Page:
Orwell incorporates propaganda in 1984 through the Ministry of Truth, Smith’s occupation. The purpose of the Ministry of Truth, and Smith’s job, is identical to the Soviet Union’s Glavlit. Both parties are responsible for the destruction of documents that the government finds false or irrelevant to their doctrine, as well as, the re-creation of historical events. For example, in 1984 posters are used to cumulate support and create a feeling of safety around Big Brother, similar to the posters of the Soviet Union’s that gained support for the Red Army. Orwell writes, “[t]here seemed to be no color in anything except the posters that were plastered everywhere. The black-mustachio’d face gazed down from every commanding corner” (Orwell 2). Orwell gives the tone that in a totalitarian society there is no happiness, yet everything is dark and gloomy. The picture of Big Brother creates what the government idolizes as the new man.
Another form of propaganda the Ministry of Truth utilizes similar to the Glavlit is the telescreen, a two-way television in which the Thought Police are able to witness any events viewable. The use of the telescreen was to brainwash the citizens and block out any opportunity to think freely. They did this by playing excessively loud music and airing television shows that supported the rise of Big Brother. This is comparable to the Glavlit’s use of radio and entertainment. All forms of entertainment went through the government to make sure that their citizens were incapable of using their own intelligence and imagination.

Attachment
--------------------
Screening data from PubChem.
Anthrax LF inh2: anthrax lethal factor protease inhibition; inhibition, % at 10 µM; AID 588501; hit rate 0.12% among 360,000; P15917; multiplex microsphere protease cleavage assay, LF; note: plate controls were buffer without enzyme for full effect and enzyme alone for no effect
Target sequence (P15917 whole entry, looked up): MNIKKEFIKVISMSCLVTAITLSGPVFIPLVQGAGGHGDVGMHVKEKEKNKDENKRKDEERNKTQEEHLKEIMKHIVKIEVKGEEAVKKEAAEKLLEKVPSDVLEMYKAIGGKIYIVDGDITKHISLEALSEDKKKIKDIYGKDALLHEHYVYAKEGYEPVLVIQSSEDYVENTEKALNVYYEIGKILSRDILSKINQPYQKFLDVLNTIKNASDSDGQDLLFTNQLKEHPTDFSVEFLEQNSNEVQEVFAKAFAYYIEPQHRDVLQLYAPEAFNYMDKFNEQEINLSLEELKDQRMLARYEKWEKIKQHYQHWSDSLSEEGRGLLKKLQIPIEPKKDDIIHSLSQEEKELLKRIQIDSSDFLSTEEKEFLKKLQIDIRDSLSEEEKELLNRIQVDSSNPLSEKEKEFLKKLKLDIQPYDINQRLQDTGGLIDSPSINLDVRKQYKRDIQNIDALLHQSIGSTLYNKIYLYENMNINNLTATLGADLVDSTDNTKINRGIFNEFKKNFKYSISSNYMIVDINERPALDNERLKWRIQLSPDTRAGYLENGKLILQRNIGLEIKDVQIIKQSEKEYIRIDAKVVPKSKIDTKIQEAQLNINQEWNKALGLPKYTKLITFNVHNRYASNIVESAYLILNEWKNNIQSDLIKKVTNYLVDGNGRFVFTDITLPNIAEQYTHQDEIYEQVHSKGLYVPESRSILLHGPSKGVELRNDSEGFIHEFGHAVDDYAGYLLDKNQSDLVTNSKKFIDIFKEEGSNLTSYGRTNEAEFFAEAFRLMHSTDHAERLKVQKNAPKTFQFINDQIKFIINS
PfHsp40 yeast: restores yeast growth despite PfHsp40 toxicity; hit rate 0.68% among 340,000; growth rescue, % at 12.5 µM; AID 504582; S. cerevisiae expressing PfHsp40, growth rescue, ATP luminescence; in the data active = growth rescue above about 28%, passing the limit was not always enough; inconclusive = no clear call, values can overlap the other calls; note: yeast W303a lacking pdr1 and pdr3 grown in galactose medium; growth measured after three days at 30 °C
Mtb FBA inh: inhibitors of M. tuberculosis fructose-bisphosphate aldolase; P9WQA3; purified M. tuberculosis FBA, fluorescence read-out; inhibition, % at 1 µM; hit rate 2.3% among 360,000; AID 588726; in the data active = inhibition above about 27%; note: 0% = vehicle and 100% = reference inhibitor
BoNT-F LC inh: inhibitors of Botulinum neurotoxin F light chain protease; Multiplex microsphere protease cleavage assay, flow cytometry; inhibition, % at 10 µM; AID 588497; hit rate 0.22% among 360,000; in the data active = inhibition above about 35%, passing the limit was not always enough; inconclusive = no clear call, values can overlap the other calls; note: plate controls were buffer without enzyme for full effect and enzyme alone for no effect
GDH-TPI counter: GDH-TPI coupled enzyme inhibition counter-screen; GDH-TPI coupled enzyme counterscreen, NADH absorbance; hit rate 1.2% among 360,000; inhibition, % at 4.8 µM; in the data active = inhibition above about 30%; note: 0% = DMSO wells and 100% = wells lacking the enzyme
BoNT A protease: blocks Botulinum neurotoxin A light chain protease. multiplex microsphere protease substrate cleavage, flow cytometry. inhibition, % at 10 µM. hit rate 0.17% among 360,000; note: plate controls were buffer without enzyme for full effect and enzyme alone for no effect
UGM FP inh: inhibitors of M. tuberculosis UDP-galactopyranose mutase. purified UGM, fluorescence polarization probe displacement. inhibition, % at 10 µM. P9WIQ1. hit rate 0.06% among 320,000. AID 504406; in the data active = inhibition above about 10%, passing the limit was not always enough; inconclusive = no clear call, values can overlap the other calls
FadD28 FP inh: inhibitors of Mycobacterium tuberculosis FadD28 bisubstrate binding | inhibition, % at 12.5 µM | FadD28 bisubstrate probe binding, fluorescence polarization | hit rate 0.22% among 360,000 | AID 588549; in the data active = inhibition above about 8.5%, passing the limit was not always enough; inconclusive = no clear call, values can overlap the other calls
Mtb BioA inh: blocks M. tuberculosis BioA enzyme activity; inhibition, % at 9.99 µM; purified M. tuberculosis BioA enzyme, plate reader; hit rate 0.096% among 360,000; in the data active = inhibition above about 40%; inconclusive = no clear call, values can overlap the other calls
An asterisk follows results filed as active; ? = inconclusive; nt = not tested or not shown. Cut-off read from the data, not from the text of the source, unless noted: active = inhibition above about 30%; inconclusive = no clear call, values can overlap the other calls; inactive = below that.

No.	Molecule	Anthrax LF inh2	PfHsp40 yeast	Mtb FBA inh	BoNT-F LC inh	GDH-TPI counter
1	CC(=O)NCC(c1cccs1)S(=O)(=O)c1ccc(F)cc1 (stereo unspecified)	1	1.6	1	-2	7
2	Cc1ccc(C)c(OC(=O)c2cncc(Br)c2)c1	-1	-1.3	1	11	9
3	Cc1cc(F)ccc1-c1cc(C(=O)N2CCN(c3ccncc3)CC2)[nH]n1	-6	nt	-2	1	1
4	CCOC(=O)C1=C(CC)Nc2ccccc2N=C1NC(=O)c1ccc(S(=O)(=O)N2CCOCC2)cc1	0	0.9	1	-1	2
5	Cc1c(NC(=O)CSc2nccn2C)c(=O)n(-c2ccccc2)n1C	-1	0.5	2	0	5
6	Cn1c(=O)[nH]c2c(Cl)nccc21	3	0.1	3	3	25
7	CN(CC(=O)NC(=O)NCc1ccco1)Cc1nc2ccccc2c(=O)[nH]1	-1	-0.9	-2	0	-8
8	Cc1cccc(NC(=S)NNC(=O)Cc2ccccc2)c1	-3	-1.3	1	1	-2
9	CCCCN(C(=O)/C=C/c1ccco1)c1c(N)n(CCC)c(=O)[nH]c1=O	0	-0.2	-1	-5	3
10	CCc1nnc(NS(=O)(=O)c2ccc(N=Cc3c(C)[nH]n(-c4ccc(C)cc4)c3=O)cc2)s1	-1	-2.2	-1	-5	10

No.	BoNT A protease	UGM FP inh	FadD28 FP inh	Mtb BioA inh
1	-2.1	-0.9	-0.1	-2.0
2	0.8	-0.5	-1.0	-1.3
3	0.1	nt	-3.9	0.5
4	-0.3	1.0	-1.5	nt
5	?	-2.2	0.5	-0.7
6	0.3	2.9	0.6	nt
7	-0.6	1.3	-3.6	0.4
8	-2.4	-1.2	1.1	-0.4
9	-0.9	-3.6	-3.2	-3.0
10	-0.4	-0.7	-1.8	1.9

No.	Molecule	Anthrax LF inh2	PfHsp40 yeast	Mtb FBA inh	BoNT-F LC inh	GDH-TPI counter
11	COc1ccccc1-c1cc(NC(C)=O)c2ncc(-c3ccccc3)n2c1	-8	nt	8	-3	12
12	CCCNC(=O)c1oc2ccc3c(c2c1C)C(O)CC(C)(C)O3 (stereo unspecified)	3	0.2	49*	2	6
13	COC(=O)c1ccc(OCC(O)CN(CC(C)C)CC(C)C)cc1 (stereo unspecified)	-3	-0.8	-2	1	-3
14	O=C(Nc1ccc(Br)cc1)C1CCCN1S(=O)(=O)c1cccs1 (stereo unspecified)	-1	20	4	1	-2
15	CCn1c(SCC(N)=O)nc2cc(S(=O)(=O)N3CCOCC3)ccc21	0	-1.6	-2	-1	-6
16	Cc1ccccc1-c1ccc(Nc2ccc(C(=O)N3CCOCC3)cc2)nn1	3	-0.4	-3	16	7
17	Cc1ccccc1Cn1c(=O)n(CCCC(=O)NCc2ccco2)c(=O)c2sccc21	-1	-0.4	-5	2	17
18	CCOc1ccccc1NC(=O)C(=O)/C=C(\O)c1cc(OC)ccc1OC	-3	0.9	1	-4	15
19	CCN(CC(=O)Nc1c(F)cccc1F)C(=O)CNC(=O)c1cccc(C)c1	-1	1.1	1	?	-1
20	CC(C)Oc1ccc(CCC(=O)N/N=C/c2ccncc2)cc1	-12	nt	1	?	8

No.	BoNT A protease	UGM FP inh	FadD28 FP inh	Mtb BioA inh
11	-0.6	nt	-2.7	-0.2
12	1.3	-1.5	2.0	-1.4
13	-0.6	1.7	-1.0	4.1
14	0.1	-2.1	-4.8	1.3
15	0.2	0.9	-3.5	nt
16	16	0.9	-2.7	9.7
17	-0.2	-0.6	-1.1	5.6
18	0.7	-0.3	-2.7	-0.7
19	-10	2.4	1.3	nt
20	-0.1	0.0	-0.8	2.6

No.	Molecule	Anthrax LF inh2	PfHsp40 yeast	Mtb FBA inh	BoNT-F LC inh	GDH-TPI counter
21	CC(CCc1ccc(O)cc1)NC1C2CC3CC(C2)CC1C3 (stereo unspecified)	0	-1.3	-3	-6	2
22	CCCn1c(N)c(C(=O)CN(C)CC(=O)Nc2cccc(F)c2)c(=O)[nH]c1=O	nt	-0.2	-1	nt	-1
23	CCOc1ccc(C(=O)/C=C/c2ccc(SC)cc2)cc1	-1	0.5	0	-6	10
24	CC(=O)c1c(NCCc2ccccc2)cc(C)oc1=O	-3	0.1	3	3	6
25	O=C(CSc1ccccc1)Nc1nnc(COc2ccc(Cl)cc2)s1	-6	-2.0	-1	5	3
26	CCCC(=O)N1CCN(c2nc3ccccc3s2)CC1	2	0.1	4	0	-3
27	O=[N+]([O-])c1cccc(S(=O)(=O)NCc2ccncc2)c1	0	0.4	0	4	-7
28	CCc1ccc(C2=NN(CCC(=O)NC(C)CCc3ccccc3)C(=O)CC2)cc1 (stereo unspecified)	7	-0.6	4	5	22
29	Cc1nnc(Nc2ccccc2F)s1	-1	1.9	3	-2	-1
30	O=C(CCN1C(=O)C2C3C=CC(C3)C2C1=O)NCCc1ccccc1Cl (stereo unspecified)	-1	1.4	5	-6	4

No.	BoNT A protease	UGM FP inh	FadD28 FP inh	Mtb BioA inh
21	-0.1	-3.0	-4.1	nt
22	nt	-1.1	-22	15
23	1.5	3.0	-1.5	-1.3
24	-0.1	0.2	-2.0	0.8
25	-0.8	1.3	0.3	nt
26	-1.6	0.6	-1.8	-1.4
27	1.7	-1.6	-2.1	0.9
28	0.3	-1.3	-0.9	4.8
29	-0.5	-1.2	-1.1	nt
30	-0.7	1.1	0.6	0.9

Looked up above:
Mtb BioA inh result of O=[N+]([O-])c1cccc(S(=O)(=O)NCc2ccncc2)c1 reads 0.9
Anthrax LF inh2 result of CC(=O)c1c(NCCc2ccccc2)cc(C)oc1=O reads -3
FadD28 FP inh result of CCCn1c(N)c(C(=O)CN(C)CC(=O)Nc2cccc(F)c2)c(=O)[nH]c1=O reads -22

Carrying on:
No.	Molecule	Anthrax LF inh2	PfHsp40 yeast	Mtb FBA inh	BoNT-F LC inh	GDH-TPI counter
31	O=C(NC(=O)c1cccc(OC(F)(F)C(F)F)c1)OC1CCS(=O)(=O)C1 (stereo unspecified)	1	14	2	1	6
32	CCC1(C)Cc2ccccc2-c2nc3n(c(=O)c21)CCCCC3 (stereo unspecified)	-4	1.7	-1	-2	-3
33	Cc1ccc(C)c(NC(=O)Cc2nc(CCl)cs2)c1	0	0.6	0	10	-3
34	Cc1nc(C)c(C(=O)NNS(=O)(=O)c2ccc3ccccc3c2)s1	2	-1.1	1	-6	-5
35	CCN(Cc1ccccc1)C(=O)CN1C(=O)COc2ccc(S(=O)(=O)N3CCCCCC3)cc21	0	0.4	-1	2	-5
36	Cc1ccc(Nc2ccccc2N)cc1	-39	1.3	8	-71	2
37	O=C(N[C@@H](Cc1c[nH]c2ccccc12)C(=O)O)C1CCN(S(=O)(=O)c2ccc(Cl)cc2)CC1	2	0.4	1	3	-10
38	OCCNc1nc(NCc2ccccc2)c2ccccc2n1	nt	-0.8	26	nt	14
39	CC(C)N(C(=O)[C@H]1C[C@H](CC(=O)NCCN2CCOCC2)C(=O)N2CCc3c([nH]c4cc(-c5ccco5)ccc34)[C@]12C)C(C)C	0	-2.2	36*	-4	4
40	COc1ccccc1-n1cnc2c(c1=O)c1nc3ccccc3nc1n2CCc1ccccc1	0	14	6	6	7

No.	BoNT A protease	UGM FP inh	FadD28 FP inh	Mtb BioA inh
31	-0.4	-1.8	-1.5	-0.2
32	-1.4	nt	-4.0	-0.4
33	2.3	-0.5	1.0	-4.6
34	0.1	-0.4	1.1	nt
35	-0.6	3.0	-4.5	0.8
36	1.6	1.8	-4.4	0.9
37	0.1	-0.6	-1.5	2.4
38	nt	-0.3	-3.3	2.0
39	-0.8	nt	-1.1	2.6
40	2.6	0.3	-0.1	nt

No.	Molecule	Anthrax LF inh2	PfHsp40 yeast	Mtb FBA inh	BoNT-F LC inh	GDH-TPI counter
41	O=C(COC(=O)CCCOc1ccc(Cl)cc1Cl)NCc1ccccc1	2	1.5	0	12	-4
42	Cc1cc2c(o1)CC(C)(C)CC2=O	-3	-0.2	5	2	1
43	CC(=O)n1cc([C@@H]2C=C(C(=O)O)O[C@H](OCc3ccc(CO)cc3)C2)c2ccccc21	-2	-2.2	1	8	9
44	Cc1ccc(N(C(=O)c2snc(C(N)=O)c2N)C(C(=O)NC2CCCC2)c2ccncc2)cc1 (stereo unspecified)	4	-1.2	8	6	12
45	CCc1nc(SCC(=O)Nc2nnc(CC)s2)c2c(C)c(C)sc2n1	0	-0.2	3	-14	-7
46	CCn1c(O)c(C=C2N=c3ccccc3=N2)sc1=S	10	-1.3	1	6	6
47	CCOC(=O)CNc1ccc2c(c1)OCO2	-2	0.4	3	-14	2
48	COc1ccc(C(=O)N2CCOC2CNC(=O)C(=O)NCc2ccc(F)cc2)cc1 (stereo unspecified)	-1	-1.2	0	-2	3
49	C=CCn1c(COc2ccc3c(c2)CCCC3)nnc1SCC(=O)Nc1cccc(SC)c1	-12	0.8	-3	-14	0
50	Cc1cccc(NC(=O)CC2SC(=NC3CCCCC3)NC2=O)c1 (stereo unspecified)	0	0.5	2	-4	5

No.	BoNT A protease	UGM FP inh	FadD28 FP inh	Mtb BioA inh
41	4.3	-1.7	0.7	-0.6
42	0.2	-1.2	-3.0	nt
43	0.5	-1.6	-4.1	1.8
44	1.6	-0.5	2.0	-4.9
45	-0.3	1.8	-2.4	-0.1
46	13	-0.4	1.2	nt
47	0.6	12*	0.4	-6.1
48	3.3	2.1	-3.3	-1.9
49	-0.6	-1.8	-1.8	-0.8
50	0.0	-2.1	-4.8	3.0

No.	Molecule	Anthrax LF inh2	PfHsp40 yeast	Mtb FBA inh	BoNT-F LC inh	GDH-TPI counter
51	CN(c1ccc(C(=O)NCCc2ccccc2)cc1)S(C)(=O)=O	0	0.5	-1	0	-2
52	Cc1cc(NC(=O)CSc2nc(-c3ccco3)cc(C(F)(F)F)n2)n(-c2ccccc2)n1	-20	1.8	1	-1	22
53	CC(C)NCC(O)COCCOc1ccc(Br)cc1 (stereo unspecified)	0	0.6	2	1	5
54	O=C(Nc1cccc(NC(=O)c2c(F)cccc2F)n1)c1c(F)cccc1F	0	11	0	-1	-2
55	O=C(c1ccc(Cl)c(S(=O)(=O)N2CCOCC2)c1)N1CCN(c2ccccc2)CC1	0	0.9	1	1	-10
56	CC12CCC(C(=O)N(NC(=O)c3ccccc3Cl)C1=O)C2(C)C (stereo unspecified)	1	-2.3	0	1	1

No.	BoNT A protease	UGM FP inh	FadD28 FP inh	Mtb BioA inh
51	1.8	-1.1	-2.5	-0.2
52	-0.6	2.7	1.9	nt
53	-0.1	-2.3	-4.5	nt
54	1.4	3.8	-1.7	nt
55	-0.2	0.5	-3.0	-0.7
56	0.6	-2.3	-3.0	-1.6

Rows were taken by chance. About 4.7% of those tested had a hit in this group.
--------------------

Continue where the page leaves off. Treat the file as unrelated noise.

The use of schools and youth organizations in both societies intended to teach children at a young age how to be good citizens. “[o]rganizations as the Spies were systematically turned into ungovernable little savages, and yet this produced in them no tendency whatever to rebel against the discipline of the Party. On the contrary, they adored the Party and everything connected with it” (Orwell 24). Orwell explains how the children of 1984 society are controlled more so by the government than their own parents. This was true in the Soviet Union as well. Schools were infiltrated with propaganda to teach the students about the aim for the new society, which was only accessible if all of society obeyed the government.
In 1984, the continent of Oceania is constantly changing enemies in the war they are supposedly fighting In Victory Square resides a statue of Big Brother overlooking the skies of where he had vanquished his enemies (Orwell 114). Yet, there is no persistent information to identify if either of the enemies exists. The inference is Big Brother wanted the citizens to think they were being protected from enemies overseas. In theSoviet Union, they erected monumental sculptures in a heroic mold; “[t]his reflected a desire for heroic art, which reflected the ideal instead of the realistic” (Overy 366).
Another example of propaganda usage in 1984 is the Two Minutes Hate. The Two Minutes Hate was a meeting where citizens would gather and listen to deceptive information from a speaker on the telescreen. The citizens would join in solidarity and denounce what the speaker presented (Orwell 9). SovietRussia propaganda also used meetings and presentations with speakers. This united the people and made them feel worthy they were being informed in a timely fashion on current events although the information was misleading (Berkhoff 190).
Another representation of disinformation in 1984 is the Party creation of a class enemy through the character of Emmanuel Goldstein. “[A] lean Jewish face, with a great fuzzy aureole of white hair and a small goatee beard- a clever face, and yet somehow inherently despicable… he was advocating freedom of speech, freedom of press, freedom of thought” (Orwell 12). Orwell creates Goldstein to play the class enemy to Big Brother in order to round up support for Big Brother. The Ministry of Truth’s representation of Goldstein is anti-Semitic. This is alike the Soviet Union’s attempt to erase religion from its culture and form an atheist state. Alternatively, the class enemy was used in Soviet Russia also to gain the peoples’ reinforcement. The link between the Soviet Union and 1984 propaganda fall exceptionally close to each other. Totalitarian societies possess the power over the people and the only way to complete that is by feeding them information the government feels necessary.